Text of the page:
By Carl Zebrowski
Longtime Israeli political journalist David Horovitz discussed the most critical current affairs in Israel and the Middle East during a September 11 Zoom briefing sponsored in part by the Jewish Federation of the Lehigh Valley.
The founding editor of the current affairs website the Times of Israel, award-winning author and frequent lecturer at international venues offered detailed explanations and analysis during the hour-long event. His main topic was the Supreme Court of Israel hearings scheduled to begin the next day to weigh the recent judicial reform to limit the power of the court to overturn legislation and other government decision
Before the reform passed early this year by unanimous vote of Prime Minister Benjamin Netanyahu’s coalition in the Knesset, the court had the ability to overturn a government action based on “reasonableness” — if the court deemed an action unreasonable, it could rule against it. The reform, if allowed to stand, would give the Knesset the power to reverse a court ruling with a simple majority vote. A now-infamous several months of public protests followed the passing of the reform.
Compromise on this issue is one of the possible outcomes, Horovitz said. Netanyahu has pledged that if a viable compromise is reached, “he’ll make it work.”
Horovitz noted that this sounds simple, but the reality is likely to prove far more complicated. “The cynical take on the new talk of compromise is that Netanyahu wants to be seen as advocating broad consensus, which is what President Joe Biden has been urging him to do in the last few months, but that when push comes to shove … the hard line will resurface.”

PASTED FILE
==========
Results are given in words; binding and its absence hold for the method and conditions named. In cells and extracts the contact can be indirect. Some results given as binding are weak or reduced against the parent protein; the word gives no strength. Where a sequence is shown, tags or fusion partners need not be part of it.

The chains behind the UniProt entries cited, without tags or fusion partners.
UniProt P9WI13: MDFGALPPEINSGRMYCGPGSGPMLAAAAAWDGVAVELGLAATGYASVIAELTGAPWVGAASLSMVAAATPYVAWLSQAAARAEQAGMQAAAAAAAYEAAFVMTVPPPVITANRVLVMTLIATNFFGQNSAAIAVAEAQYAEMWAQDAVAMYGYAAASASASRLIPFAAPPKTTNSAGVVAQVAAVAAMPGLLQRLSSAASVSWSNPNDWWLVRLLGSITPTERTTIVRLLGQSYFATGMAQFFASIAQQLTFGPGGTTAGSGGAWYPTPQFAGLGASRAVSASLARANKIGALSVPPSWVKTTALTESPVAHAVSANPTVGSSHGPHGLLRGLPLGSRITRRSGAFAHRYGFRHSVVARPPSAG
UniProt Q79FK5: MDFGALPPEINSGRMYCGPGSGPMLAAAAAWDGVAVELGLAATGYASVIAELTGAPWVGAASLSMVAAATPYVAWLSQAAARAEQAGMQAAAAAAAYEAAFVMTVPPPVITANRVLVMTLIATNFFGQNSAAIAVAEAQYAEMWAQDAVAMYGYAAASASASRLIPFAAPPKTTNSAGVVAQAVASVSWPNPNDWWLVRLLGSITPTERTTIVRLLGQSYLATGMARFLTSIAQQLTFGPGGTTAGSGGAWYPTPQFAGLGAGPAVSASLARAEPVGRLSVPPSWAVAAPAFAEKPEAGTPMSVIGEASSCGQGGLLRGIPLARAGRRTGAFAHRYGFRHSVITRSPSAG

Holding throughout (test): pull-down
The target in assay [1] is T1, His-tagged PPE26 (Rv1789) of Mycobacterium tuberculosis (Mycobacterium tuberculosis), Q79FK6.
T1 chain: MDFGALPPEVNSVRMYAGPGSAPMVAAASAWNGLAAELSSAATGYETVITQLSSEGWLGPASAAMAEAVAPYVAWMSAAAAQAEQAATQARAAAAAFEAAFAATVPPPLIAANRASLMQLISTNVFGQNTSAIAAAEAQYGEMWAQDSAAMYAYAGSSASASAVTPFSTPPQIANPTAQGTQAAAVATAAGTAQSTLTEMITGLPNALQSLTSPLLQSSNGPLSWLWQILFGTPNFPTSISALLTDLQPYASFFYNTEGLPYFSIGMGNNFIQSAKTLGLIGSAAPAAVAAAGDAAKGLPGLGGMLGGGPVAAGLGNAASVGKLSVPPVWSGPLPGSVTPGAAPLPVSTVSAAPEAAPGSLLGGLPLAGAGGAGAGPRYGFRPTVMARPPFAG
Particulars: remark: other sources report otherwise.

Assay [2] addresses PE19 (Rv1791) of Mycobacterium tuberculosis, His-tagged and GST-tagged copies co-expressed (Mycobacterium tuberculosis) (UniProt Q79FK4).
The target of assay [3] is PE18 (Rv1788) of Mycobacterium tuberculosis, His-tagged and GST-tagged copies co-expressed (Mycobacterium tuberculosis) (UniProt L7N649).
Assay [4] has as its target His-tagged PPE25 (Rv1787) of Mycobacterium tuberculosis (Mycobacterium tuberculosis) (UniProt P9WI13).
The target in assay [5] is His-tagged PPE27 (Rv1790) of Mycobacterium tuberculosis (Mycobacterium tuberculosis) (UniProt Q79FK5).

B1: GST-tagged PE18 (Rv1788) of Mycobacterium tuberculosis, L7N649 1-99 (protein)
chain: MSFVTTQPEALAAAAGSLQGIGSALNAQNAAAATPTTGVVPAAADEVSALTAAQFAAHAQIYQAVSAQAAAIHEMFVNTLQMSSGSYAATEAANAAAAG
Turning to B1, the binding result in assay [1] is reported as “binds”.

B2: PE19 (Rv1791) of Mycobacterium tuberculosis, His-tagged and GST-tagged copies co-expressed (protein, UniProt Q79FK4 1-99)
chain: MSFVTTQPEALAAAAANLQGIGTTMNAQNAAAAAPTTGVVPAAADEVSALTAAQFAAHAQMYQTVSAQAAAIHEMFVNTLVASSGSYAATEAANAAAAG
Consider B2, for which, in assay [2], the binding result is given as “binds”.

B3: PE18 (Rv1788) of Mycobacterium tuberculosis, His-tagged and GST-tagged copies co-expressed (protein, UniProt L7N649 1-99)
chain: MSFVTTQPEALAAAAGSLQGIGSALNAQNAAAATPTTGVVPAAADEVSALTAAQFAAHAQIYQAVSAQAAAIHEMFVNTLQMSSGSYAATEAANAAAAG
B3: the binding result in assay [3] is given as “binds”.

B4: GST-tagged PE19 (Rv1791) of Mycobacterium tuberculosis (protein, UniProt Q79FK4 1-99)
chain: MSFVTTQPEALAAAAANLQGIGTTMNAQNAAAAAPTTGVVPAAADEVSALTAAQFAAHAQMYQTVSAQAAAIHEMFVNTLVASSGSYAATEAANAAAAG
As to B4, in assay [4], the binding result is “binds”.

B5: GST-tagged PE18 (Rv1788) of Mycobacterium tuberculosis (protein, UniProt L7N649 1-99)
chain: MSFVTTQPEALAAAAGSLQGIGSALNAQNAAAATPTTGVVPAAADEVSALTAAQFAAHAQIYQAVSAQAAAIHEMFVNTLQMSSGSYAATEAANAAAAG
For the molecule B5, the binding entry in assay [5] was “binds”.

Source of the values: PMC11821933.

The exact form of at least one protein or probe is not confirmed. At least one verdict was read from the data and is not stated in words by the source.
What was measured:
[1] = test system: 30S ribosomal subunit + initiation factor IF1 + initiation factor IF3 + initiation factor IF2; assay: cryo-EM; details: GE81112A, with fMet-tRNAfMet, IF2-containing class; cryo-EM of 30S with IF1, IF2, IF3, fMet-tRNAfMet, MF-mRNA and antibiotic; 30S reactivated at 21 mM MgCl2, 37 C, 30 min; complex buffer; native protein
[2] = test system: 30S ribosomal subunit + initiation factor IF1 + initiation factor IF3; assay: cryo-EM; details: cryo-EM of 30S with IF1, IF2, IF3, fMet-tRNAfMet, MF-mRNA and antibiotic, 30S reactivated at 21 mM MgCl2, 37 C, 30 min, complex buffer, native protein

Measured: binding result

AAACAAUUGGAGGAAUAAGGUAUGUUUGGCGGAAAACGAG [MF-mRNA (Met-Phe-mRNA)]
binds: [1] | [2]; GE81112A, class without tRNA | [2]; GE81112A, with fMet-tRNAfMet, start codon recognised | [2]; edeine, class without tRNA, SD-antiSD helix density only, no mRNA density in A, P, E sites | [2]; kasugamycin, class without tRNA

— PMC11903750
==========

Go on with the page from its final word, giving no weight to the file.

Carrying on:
Horovitz said he expected the court to render a decision within months, explaining that technical issues related to one judge’s retirement impose a de facto deadline on the hearings. “So,” he concluded, “beyond January it will not go.”
Of course Horovitz was asked how he thought the 15-judge court would rule. “If I had to guess,” he said, “I don’t think it’ll be a 15-0 decision one way or another, especially not if it’s a dramatic decision.” At that point, if the court overturns the reform legislation, the question could become: Will Netanyahu and his coalition accept the ruling? But that’s another story…
The briefing then turned to the economy (“not in a good place”), the Abraham Accords (“the partnerships are still there, but they’re not being celebrated in the same way”), the recent earthquake in Morocco and its climbing death toll (“Israel has arguably the world’s most efficient and mobile search-and-rescue teams…. They haven’t gone. I think Morocco has turned down a lot of assistance being offered, not just by Israel”), and the repeating pattern of Palestinian leader Mahmoud Abbas’s antisemitic comments (“He said it because he believes it, and he said it before, and that’s what he thinks”).
This online briefing by Horovitz was the first in a series cosponsored by the Jewish Federation of the Lehigh Valley that continues into 2024. The other dates for his Zoom talks on current affairs in Israel and the Middle East are November 13, 2023, and January 22, March 11 and May 13, 2024. To make sure you don’t miss any of these, follow the Federation’s weekly events emails. Sign up to receive those at www.jewishlehighvalley.org/email-sign-up.